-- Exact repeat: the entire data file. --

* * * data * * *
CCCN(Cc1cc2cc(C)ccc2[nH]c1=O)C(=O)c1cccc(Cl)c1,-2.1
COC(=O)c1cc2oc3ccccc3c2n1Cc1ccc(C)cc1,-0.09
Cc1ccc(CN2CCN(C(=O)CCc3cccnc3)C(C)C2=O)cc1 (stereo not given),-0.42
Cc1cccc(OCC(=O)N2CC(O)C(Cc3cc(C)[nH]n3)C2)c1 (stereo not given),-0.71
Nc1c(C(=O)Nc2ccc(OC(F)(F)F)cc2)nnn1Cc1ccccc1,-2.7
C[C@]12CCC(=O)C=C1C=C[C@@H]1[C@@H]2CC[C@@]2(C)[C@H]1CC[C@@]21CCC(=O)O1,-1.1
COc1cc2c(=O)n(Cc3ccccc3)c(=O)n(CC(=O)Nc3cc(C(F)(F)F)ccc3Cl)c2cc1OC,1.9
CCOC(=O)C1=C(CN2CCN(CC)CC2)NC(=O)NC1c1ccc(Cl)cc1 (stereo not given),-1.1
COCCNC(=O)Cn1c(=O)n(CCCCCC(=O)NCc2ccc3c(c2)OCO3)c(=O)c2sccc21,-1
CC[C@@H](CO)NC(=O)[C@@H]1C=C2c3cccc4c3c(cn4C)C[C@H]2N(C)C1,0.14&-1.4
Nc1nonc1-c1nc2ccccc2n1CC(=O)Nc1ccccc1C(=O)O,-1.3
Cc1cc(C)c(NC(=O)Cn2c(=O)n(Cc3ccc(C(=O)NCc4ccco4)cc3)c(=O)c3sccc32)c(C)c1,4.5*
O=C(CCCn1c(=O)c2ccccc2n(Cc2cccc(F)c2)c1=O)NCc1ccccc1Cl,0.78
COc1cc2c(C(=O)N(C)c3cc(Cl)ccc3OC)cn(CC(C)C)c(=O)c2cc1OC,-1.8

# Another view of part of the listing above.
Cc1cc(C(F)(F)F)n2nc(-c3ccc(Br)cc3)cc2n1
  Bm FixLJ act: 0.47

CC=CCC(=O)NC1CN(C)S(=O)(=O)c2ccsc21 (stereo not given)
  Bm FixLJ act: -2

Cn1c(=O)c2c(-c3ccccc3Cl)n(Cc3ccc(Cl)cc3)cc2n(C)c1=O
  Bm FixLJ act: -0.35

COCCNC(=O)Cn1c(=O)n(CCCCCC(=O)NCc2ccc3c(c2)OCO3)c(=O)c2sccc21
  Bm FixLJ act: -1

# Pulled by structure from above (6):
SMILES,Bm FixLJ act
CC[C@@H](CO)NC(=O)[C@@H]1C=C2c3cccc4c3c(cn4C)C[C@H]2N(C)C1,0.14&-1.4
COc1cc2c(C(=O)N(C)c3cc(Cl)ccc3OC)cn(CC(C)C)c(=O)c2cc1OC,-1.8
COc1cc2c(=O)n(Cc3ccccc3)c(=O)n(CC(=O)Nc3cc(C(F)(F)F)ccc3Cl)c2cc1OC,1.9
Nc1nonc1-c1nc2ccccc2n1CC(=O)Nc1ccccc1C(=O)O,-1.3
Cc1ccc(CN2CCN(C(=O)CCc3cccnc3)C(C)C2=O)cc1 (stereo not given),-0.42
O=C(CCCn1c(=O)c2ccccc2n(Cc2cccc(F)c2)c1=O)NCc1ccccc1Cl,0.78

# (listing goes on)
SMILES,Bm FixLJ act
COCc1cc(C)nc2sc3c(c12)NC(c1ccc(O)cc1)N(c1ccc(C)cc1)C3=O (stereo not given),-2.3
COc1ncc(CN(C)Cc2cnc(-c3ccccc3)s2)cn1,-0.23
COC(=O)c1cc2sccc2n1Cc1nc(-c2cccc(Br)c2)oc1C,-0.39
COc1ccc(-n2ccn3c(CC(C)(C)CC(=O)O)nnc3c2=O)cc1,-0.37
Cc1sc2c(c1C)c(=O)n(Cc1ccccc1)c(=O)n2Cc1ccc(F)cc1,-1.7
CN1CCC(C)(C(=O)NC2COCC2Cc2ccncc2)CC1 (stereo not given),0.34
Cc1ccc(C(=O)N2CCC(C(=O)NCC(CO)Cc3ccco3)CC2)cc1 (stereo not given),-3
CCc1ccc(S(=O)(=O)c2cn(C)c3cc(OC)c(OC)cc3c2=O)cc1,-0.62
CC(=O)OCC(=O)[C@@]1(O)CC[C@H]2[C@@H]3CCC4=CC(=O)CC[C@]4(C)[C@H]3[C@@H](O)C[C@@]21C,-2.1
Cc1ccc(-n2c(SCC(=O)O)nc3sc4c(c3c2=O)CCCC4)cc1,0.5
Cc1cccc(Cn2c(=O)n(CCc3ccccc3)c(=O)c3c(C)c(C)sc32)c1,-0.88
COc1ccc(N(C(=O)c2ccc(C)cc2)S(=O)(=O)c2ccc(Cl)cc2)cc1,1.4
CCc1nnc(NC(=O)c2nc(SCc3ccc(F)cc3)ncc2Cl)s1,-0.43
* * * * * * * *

CCCN(Cc1cc2cc(C)ccc2[nH]c1=O)C(=O)c1cccc(Cl)c1,-2.1
COC(=O)c1cc2oc3ccccc3c2n1Cc1ccc(C)cc1,-0.09
Cc1ccc(CN2CCN(C(=O)CCc3cccnc3)C(C)C2=O)cc1 (stereo not given),-0.42
Cc1cccc(OCC(=O)N2CC(O)C(Cc3cc(C)[nH]n3)C2)c1 (stereo not given),-0.71
Nc1c(C(=O)Nc2ccc(OC(F)(F)F)cc2)nnn1Cc1ccccc1,-2.7
C[C@]12CCC(=O)C=C1C=C[C@@H]1[C@@H]2CC[C@@]2(C)[C@H]1CC[C@@]21CCC(=O)O1,-1.1
COc1cc2c(=O)n(Cc3ccccc3)c(=O)n(CC(=O)Nc3cc(C(F)(F)F)ccc3Cl)c2cc1OC,1.9
CCOC(=O)C1=C(CN2CCN(CC)CC2)NC(=O)NC1c1ccc(Cl)cc1 (stereo not given),-1.1
COCCNC(=O)Cn1c(=O)n(CCCCCC(=O)NCc2ccc3c(c2)OCO3)c(=O)c2sccc21,-1
CC[C@@H](CO)NC(=O)[C@@H]1C=C2c3cccc4c3c(cn4C)C[C@H]2N(C)C1,0.14&-1.4
Nc1nonc1-c1nc2ccccc2n1CC(=O)Nc1ccccc1C(=O)O,-1.3
Cc1cc(C)c(NC(=O)Cn2c(=O)n(Cc3ccc(C(=O)NCc4ccco4)cc3)c(=O)c3sccc32)c(C)c1,4.5*
O=C(CCCn1c(=O)c2ccccc2n(Cc2cccc(F)c2)c1=O)NCc1ccccc1Cl,0.78
COc1cc2c(C(=O)N(C)c3cc(Cl)ccc3OC)cn(CC(C)C)c(=O)c2cc1OC,-1.8

# Another view of part of the listing above.
Cc1cc(C(F)(F)F)n2nc(-c3ccc(Br)cc3)cc2n1
  Bm FixLJ act: 0.47

CC=CCC(=O)NC1CN(C)S(=O)(=O)c2ccsc21 (stereo not given)
  Bm FixLJ act: -2

Cn1c(=O)c2c(-c3ccccc3Cl)n(Cc3ccc(Cl)cc3)cc2n(C)c1=O
  Bm FixLJ act: -0.35

COCCNC(=O)Cn1c(=O)n(CCCCCC(=O)NCc2ccc3c(c2)OCO3)c(=O)c2sccc21
  Bm FixLJ act: -1

# Pulled by structure from above (6):
SMILES,Bm FixLJ act
CC[C@@H](CO)NC(=O)[C@@H]1C=C2c3cccc4c3c(cn4C)C[C@H]2N(C)C1,0.14&-1.4
COc1cc2c(C(=O)N(C)c3cc(Cl)ccc3OC)cn(CC(C)C)c(=O)c2cc1OC,-1.8
COc1cc2c(=O)n(Cc3ccccc3)c(=O)n(CC(=O)Nc3cc(C(F)(F)F)ccc3Cl)c2cc1OC,1.9
Nc1nonc1-c1nc2ccccc2n1CC(=O)Nc1ccccc1C(=O)O,-1.3
Cc1ccc(CN2CCN(C(=O)CCc3cccnc3)C(C)C2=O)cc1 (stereo not given),-0.42
O=C(CCCn1c(=O)c2ccccc2n(Cc2cccc(F)c2)c1=O)NCc1ccccc1Cl,0.78

# (listing goes on)
SMILES,Bm FixLJ act
COCc1cc(C)nc2sc3c(c12)NC(c1ccc(O)cc1)N(c1ccc(C)cc1)C3=O (stereo not given),-2.3
COc1ncc(CN(C)Cc2cnc(-c3ccccc3)s2)cn1,-0.23
COC(=O)c1cc2sccc2n1Cc1nc(-c2cccc(Br)c2)oc1C,-0.39
COc1ccc(-n2ccn3c(CC(C)(C)CC(=O)O)nnc3c2=O)cc1,-0.37
Cc1sc2c(c1C)c(=O)n(Cc1ccccc1)c(=O)n2Cc1ccc(F)cc1,-1.7
CN1CCC(C)(C(=O)NC2COCC2Cc2ccncc2)CC1 (stereo not given),0.34
Cc1ccc(C(=O)N2CCC(C(=O)NCC(CO)Cc3ccco3)CC2)cc1 (stereo not given),-3
CCc1ccc(S(=O)(=O)c2cn(C)c3cc(OC)c(OC)cc3c2=O)cc1,-0.62
CC(=O)OCC(=O)[C@@]1(O)CC[C@H]2[C@@H]3CCC4=CC(=O)CC[C@]4(C)[C@H]3[C@@H](O)C[C@@]21C,-2.1
Cc1ccc(-n2c(SCC(=O)O)nc3sc4c(c3c2=O)CCCC4)cc1,0.5
Cc1cccc(Cn2c(=O)n(CCc3ccccc3)c(=O)c3c(C)c(C)sc32)c1,-0.88
COc1ccc(N(C(=O)c2ccc(C)cc2)S(=O)(=O)c2ccc(Cl)cc2)cc1,1.4
CCc1nnc(NC(=O)c2nc(SCc3ccc(F)cc3)ncc2Cl)s1,-0.43